§ 28. Mr. W. Hamilton
asked the Minister of Power what was the revenue from coal produced and oil refined, respectively, in Scotland in the latest complete year; what was the average number of workers employed in each of these industries; and what was the cost of importing crude oil.
§ Mr. Erroll
In 1962 N.C.B. colliery proceeds in Scotland were £88 million; the number of workers on colliery books averaged 64,000. The value of the output of Scottish refineries in 1962 is estimated at about £37 million and the value of the crude oil imports at about £28 million. The number of employees at the oil refineries was about 2,000.
§ Mr. Hamilton
Can the right hon. Gentleman understand—or has he attempted to understand—why the Under-Secretary of State for Scotland went out of his way in the Adjournment 545 debate last Wednesday to compliment the oil industry on its contribution to the Scottish economy but made no reference whatever to the coal industry's contribution? Is there not evidence that the coal industry has made and will make a much greater contribution to the Scottish economy than the oil industry is likely to make?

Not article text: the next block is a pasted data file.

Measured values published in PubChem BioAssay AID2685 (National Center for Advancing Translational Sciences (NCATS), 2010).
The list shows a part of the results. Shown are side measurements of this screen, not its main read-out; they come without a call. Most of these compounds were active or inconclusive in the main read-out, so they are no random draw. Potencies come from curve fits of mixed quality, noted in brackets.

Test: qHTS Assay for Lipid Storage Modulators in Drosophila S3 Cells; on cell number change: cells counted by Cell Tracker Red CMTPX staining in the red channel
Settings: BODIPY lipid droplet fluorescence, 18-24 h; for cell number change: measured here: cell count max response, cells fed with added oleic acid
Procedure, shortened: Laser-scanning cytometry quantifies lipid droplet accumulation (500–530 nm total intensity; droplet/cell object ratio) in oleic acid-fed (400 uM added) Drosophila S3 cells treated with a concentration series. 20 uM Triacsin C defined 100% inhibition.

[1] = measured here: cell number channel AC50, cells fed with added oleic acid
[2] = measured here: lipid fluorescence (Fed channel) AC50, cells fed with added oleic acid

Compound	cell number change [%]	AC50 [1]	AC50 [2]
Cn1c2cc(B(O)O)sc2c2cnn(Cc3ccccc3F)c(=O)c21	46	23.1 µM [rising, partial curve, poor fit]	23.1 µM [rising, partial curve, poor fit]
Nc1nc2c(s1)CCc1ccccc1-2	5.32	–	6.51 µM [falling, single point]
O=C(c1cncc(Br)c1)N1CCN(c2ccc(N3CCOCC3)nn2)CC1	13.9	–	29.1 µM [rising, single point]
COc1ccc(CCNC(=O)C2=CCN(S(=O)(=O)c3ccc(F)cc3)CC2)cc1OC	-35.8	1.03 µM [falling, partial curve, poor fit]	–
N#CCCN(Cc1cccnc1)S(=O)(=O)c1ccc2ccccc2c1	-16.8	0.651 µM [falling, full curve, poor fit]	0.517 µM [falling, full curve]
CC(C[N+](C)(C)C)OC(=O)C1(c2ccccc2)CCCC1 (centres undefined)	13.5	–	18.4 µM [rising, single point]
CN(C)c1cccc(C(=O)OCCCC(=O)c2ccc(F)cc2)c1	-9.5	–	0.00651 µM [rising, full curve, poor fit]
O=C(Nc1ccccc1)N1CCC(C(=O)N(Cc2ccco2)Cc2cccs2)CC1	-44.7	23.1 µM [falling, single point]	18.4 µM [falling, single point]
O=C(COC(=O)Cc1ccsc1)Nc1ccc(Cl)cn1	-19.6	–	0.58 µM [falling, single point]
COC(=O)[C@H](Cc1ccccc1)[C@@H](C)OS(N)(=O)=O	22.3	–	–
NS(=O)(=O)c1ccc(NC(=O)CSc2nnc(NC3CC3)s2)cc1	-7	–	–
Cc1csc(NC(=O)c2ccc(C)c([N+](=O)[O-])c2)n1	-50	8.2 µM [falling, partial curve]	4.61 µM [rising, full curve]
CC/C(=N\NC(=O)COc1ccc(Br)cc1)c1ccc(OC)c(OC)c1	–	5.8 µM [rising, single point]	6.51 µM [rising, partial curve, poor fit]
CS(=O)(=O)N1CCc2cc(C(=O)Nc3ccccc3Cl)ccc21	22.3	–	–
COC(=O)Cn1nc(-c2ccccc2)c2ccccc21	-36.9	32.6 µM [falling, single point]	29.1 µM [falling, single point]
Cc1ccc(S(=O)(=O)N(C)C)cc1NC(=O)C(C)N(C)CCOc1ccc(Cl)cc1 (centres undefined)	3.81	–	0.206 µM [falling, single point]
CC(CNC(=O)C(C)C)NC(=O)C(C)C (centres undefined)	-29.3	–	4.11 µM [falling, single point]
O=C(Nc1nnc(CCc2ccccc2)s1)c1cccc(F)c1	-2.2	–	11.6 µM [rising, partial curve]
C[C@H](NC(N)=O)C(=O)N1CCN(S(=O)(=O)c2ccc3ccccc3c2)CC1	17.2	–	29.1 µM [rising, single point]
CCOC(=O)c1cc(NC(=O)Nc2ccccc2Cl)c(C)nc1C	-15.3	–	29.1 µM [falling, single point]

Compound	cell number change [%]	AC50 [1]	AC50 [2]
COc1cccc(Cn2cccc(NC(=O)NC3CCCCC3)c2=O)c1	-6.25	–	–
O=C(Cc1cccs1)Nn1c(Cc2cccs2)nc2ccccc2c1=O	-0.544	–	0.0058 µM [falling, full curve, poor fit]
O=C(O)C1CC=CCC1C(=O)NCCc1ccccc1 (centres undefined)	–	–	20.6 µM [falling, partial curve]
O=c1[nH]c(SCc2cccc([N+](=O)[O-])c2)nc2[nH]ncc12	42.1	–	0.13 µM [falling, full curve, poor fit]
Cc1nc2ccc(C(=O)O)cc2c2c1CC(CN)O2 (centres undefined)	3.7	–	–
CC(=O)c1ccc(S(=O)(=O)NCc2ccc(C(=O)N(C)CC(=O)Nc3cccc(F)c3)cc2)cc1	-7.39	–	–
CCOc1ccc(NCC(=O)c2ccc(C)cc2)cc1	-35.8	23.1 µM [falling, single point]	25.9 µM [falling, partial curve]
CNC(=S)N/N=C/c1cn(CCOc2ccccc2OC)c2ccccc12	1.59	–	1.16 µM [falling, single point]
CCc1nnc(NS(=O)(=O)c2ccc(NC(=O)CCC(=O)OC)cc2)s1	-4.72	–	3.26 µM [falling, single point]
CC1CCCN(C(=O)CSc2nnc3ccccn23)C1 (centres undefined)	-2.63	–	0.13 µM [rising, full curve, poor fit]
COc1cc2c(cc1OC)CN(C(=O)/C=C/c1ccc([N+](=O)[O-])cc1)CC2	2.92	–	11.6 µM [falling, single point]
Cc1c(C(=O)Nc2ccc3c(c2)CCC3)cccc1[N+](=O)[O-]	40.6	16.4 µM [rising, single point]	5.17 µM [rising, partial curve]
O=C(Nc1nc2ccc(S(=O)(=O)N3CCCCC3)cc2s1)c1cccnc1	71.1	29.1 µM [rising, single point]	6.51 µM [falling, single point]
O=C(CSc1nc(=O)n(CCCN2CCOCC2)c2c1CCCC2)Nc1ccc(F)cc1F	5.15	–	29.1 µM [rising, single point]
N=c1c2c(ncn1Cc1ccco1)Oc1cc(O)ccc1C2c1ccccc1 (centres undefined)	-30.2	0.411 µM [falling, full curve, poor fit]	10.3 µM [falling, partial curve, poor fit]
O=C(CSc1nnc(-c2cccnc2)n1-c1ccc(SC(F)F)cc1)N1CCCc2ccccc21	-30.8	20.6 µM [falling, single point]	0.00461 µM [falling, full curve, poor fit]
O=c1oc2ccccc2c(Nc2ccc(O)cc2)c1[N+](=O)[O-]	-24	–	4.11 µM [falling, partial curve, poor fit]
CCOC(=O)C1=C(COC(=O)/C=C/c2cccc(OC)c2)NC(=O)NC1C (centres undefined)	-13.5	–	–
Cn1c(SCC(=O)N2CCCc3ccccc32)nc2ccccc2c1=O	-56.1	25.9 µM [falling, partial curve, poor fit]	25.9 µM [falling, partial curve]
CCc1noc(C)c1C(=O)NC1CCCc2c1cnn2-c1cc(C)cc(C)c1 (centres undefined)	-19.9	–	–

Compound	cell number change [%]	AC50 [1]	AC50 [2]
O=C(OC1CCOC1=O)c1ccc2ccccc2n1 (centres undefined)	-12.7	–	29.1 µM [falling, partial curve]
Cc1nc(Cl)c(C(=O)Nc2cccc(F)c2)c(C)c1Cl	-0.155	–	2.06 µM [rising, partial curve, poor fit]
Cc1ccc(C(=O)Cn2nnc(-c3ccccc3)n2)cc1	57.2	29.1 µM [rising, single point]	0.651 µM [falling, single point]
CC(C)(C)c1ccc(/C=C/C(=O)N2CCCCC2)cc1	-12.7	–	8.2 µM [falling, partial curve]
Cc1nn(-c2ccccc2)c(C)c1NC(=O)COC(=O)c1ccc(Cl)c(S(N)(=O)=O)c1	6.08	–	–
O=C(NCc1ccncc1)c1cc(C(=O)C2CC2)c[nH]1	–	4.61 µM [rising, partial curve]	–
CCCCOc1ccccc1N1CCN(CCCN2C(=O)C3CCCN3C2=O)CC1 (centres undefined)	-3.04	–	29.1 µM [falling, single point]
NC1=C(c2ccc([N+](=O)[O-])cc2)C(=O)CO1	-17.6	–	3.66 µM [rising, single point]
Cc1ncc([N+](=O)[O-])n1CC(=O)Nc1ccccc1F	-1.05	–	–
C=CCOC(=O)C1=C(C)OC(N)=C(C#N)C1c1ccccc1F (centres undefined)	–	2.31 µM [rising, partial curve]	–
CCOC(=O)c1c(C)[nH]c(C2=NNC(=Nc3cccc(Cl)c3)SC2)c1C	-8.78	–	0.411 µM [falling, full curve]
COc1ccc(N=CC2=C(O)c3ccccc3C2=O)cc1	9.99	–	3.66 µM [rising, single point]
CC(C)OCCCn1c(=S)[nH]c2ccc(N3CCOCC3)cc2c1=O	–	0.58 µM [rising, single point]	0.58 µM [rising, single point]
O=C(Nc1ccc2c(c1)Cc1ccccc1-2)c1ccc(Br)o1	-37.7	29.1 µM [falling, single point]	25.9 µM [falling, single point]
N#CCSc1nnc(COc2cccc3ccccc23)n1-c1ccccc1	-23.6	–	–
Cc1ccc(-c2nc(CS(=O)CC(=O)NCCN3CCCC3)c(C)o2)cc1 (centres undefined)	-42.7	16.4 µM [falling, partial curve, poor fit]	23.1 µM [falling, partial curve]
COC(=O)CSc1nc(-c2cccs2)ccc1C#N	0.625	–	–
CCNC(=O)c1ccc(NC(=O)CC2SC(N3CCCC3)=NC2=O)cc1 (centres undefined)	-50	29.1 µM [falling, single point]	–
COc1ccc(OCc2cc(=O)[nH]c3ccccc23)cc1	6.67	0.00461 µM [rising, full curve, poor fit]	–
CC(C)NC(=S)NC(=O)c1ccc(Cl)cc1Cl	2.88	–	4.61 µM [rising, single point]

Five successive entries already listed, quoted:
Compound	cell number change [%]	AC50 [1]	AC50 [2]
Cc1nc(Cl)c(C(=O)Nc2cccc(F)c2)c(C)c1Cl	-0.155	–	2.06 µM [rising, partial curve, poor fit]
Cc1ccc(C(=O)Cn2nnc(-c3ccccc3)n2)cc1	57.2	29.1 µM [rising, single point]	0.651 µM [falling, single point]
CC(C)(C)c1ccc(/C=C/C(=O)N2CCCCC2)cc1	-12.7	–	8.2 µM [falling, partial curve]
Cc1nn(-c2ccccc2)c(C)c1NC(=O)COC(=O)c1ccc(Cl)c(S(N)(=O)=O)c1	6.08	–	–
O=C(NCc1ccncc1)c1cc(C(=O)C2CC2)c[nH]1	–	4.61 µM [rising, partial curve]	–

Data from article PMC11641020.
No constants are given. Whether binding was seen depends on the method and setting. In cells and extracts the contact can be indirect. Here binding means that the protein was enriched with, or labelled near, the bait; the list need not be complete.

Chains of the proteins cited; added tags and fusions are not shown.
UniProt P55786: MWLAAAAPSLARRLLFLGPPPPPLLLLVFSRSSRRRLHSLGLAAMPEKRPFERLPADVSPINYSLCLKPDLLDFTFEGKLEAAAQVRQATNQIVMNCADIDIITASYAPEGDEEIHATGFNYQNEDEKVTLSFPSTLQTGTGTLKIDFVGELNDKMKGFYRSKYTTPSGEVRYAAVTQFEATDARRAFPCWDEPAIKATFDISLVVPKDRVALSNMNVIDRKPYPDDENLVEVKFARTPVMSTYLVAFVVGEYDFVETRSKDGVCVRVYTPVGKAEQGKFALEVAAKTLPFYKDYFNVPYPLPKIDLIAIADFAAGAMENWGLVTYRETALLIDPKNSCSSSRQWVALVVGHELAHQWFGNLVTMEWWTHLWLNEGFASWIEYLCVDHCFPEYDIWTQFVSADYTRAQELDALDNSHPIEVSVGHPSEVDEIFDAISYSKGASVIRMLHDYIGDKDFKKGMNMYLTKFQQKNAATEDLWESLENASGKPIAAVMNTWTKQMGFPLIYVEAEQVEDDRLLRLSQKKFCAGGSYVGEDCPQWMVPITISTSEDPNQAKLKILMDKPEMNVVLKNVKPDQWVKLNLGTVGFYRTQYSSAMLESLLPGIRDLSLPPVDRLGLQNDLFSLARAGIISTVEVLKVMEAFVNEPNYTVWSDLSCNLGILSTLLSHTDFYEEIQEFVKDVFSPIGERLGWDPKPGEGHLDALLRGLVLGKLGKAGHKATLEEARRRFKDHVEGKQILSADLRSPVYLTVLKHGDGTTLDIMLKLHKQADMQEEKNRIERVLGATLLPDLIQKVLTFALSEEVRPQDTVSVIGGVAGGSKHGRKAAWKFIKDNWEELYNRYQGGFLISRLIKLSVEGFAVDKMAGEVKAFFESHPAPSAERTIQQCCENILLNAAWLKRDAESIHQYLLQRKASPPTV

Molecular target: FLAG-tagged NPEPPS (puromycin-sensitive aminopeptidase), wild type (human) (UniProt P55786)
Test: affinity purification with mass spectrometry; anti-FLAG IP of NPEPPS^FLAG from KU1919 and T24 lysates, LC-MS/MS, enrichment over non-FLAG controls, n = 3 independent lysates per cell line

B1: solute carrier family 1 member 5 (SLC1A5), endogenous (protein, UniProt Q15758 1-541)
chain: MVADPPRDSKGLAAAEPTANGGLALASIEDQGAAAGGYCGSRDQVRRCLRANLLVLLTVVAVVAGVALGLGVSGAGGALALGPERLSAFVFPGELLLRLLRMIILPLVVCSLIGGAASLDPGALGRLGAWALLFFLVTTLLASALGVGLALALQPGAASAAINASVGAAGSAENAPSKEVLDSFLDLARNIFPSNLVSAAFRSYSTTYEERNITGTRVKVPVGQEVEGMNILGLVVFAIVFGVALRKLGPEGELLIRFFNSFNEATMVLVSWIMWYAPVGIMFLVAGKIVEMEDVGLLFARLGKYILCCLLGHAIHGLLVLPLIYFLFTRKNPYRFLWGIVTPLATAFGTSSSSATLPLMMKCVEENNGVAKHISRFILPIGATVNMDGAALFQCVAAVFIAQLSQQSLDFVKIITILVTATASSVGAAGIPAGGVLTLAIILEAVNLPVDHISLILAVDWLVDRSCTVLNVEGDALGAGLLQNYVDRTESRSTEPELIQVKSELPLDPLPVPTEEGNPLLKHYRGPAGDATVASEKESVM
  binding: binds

§ Mr. Erroll
I think both industries are making important contributions. As I said earlier, I am pleased to see the improvement in the finances of the Scottish coal industry over the past two years. I should have thought the hon. Member would have welcomed the presence of oil refineries in Scotland, not only because of their direct output, but because their existence contributes to other industries in the neighbourhood. If he does not want more refineries there, I am sure that the north-east of England would be glad to have them.